• Virginia Allain profile image

      Virginia Allain 18 months ago from Central Florida

      Marvelous photos. Congrats on being featured on Hubpages this week.

    • aesta1 profile image
      Author

      Mary Norton 18 months ago from Ontario, Canada

      Thank you so much Alicia. We did miss the bullfight but there were so many things to experience other than this.

    • AliciaC profile image

      Linda Crampton 18 months ago from British Columbia, Canada

      This is a beautiful hub! I love the photos and the descriptions. I've been to Seville for a brief visit, but I'd love to visit again and explore the area in more detail. I would give the bull fights a miss, but everything else would be wonderful to see. Congratulations on the Editor's Choice award for this hub, aesta1. It's very well deserved.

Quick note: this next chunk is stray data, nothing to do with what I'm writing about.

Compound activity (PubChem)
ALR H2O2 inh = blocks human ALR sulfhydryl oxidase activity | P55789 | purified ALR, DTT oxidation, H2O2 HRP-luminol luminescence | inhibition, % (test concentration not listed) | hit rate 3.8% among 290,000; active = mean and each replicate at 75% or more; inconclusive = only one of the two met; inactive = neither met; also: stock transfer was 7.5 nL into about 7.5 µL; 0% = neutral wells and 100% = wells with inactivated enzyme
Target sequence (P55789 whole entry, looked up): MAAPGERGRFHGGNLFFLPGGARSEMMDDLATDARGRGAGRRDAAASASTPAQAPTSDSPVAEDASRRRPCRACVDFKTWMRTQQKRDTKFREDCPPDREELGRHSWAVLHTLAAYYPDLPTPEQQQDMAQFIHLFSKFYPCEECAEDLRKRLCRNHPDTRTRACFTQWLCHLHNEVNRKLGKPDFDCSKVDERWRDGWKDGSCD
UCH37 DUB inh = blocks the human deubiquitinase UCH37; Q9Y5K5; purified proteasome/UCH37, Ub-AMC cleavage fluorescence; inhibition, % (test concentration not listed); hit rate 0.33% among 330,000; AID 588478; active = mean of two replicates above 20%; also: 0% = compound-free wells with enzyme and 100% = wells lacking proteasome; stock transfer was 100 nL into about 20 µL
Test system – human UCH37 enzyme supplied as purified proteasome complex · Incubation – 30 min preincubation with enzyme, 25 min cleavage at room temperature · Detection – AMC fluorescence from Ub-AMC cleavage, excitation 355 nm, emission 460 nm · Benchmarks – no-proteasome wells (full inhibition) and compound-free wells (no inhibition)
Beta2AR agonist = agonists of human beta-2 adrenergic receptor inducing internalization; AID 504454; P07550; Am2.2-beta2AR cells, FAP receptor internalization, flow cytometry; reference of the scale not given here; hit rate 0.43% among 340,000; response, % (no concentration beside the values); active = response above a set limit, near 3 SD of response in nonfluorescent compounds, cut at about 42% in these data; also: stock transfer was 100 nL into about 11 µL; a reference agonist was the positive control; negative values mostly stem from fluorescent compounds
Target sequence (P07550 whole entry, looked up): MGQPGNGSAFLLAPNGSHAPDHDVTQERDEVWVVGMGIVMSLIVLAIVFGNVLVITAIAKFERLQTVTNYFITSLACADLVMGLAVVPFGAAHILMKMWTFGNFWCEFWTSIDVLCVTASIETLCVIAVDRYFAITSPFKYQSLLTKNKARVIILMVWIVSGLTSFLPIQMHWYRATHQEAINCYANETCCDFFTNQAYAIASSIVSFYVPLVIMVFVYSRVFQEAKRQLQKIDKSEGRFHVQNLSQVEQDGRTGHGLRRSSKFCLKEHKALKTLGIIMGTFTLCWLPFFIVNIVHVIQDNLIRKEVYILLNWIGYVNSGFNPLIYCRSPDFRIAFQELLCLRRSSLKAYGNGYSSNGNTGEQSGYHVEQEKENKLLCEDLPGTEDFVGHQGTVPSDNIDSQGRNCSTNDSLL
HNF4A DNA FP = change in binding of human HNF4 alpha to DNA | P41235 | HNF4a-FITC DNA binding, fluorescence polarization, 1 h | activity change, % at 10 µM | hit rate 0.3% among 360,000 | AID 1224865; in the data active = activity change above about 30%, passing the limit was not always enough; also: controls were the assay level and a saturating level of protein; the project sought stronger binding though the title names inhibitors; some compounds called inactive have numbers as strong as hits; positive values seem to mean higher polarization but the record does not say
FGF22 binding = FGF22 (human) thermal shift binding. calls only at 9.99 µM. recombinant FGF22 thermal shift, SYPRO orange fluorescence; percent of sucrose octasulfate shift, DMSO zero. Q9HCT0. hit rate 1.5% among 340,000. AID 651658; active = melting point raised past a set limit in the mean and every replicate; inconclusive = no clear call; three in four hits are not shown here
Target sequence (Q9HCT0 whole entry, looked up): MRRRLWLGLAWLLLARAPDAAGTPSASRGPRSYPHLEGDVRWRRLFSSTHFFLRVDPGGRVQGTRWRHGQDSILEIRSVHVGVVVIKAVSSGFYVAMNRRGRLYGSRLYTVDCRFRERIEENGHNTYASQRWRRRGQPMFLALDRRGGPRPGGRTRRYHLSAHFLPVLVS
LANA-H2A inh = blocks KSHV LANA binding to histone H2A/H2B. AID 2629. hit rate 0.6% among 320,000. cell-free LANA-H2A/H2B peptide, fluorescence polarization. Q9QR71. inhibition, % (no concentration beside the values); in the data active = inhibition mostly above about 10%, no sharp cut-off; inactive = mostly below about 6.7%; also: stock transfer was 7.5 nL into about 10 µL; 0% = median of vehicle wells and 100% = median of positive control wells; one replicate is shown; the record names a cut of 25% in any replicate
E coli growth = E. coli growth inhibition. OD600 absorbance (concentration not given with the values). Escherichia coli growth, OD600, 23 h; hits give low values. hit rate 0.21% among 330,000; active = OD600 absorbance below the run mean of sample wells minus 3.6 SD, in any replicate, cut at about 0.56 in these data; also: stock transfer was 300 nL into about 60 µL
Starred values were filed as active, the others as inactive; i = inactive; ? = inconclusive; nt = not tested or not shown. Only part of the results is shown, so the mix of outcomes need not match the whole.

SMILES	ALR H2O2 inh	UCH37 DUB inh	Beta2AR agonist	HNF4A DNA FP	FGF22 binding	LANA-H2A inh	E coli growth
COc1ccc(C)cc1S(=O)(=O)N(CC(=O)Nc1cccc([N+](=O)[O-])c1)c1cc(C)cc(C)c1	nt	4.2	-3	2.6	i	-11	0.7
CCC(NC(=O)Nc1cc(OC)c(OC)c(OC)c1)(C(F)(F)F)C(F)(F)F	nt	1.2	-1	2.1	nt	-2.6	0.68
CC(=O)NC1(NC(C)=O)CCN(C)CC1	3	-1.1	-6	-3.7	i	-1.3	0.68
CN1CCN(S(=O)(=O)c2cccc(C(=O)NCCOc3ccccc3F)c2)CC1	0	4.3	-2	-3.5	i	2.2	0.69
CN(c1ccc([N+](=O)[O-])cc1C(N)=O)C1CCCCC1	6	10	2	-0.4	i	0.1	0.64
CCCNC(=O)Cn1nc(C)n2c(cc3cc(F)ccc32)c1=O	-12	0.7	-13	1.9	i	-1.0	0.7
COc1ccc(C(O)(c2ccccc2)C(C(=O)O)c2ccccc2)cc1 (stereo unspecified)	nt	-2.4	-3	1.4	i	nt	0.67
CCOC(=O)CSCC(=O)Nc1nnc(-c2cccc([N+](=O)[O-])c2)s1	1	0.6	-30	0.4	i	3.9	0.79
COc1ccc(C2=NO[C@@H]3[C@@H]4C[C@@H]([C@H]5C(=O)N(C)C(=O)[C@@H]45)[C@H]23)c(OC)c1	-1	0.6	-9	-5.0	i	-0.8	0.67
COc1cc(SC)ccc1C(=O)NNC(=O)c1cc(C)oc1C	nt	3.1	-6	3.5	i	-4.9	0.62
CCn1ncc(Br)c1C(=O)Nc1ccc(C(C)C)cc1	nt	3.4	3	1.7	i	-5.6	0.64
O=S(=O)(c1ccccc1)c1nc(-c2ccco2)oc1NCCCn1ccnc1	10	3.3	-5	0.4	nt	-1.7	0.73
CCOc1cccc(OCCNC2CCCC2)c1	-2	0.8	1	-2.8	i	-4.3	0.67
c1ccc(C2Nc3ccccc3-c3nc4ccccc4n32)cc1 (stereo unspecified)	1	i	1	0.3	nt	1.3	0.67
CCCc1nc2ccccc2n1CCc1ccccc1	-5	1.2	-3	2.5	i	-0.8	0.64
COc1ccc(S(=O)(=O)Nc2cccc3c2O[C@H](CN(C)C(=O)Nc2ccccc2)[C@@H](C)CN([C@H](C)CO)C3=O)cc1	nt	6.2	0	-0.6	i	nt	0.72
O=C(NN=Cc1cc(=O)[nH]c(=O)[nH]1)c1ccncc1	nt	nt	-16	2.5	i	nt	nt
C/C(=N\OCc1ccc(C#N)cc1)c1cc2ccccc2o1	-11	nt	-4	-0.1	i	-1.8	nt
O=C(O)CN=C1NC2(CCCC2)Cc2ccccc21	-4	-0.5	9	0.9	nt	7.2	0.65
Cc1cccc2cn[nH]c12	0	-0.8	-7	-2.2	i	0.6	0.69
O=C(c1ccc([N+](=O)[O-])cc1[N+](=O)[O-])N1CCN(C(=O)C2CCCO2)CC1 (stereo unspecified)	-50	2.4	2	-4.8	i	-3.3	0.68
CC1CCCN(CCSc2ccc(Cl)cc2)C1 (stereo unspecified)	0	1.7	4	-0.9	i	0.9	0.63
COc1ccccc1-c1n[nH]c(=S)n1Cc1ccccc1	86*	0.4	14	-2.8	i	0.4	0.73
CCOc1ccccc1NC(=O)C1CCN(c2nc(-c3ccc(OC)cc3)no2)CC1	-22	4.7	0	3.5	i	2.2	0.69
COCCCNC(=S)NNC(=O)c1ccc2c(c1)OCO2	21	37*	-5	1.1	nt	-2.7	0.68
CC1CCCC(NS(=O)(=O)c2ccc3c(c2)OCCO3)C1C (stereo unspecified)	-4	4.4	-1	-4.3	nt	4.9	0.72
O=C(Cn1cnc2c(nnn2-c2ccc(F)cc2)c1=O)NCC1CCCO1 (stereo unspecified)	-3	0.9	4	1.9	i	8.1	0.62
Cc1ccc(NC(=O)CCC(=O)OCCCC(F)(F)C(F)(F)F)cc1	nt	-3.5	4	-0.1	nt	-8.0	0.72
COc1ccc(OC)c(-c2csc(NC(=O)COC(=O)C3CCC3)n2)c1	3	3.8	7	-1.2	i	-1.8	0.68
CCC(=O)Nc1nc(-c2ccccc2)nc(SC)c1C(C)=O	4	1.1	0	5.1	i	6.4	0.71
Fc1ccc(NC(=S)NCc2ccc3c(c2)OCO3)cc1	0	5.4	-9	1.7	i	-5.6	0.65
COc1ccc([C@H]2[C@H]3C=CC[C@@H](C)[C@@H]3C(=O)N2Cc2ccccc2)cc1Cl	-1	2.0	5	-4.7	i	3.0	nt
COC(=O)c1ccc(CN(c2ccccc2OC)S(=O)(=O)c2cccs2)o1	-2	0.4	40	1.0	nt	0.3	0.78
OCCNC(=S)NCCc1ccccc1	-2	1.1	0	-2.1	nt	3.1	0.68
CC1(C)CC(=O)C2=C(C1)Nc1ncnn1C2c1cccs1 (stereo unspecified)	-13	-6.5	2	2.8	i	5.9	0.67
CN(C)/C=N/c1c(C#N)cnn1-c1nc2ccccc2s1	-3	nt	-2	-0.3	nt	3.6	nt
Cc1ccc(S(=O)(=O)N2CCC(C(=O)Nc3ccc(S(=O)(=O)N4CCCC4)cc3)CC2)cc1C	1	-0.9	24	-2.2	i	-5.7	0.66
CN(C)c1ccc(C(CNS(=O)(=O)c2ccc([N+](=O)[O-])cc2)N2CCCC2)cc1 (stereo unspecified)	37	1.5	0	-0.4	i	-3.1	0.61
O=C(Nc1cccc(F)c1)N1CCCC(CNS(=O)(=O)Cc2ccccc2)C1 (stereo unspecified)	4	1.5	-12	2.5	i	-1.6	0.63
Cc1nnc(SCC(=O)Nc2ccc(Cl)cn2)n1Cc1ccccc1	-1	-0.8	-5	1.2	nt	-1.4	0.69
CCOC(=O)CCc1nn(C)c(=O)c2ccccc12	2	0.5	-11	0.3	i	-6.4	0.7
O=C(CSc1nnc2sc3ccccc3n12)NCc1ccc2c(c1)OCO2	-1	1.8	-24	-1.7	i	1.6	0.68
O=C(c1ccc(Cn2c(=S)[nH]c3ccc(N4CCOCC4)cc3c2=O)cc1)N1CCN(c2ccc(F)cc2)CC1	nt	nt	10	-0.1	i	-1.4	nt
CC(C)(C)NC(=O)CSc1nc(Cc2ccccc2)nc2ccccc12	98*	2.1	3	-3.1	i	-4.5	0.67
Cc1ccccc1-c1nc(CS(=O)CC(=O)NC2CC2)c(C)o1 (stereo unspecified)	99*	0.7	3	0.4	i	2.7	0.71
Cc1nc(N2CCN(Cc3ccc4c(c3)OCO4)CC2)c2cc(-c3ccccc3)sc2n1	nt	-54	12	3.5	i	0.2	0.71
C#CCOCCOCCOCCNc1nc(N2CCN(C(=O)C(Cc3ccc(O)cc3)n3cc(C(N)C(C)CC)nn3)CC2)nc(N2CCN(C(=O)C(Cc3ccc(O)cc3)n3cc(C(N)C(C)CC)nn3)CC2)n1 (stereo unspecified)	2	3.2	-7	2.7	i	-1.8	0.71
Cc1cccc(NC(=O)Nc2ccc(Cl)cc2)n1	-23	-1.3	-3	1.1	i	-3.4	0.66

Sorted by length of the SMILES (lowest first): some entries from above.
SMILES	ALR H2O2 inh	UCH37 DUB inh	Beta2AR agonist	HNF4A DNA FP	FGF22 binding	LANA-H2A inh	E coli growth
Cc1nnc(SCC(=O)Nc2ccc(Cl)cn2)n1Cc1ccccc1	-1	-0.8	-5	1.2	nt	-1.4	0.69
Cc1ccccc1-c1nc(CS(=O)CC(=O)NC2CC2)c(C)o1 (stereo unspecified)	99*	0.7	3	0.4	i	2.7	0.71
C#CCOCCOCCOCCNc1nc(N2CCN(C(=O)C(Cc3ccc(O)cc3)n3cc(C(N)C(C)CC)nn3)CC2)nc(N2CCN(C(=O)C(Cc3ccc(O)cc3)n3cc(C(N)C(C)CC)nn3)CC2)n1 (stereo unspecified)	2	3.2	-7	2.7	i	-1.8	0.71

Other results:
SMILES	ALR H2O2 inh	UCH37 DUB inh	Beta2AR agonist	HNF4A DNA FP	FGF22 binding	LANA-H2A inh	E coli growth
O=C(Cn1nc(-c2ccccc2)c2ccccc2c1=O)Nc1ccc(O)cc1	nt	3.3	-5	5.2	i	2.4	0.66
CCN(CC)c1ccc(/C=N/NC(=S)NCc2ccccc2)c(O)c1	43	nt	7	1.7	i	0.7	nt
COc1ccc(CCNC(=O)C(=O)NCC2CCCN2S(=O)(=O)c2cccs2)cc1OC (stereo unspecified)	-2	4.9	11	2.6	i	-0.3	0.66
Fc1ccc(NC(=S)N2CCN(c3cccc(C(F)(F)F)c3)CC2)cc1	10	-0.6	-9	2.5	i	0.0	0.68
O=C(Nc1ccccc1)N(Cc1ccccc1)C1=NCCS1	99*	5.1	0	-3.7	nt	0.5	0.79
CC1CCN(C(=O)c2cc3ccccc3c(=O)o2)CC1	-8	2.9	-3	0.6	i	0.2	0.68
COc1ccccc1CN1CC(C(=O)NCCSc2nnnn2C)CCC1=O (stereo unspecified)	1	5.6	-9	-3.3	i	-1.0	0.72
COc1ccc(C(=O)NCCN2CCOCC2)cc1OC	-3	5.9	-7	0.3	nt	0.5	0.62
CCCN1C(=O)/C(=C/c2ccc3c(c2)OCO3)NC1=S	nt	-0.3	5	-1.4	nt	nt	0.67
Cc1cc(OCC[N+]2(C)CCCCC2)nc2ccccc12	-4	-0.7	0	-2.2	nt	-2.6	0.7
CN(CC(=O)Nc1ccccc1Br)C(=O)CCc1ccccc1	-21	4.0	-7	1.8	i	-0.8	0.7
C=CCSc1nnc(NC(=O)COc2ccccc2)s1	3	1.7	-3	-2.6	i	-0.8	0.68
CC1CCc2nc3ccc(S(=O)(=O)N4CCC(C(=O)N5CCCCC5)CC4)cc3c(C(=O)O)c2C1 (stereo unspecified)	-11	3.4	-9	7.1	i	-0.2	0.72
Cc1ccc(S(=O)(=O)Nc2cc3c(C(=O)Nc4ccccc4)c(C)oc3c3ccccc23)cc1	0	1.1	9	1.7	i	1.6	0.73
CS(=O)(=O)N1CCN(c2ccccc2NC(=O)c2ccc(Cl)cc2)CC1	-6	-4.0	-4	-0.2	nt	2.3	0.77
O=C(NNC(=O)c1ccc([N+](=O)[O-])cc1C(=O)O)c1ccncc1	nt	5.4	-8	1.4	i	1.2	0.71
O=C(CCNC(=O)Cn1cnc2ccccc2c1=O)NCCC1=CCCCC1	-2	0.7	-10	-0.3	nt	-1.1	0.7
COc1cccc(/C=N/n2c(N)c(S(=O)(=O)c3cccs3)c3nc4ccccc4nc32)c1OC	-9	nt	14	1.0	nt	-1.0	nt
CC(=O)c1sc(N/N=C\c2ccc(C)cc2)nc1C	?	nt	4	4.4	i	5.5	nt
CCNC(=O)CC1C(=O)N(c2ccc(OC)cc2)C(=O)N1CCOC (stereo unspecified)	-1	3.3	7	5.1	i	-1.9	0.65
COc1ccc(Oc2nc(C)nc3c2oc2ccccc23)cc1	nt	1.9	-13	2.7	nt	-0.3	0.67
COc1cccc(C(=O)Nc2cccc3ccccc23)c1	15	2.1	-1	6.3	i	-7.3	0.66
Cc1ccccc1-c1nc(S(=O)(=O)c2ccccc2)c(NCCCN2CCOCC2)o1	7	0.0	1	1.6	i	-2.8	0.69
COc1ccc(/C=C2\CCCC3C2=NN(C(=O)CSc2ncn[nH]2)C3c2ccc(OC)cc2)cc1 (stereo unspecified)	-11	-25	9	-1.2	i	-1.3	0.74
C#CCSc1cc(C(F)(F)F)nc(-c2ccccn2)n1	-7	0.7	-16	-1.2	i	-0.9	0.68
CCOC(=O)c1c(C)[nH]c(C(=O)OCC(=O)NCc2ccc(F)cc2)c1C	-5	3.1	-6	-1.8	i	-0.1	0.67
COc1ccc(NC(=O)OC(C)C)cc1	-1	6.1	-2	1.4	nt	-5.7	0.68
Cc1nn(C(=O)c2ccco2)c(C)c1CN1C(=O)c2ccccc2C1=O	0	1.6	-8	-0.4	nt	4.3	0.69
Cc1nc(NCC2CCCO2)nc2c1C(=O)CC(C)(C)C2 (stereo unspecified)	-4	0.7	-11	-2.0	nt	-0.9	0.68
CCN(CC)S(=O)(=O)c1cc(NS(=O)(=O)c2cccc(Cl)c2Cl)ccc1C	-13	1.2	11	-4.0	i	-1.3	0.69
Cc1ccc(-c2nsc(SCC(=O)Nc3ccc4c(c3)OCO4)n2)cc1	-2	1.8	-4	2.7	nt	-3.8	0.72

• aesta1 profile image
      Author

      Mary Norton 18 months ago from Ontario, Canada

      Thank you Chantelle.

    • Chantelle Porter profile image

      Chantelle Porter 18 months ago from Chicago

      Lovely article. You really put a lot of work into it and it shows. Sharing to travel board.

    • Rachel L Alba profile image

      Rachel L Alba 18 months ago from Every Day Cooking and Baking

      Absolutely beautiful pictures and videos of Seville. Also a beautiful hub altogether. Thank you for sharing your fabulous trip.

      Blessings to you.

    • MsDora profile image

      Dora Isaac Weithers 18 months ago from The Caribbean

      You make Seville sound as magical as I'm sure it is. Thanks for the history and the lovely pictures of the architecture. Didn't know Christopher Columbus was buried here. Altogether, very interesting!

    • billybuc profile image

      Bill Holland 18 months ago from Olympia, WA

      I have no frame of reference. It is all too majestic, unlike anything I have seen in the States. Thank you for the mini-tour and the beautiful photos.

    • Kailua-KonaGirl profile image

      June Parker 18 months ago from New York

      Fascinating! I have always wanted to travel to Spain. Great article and photos. Pinned to my Wanderlust Travel board.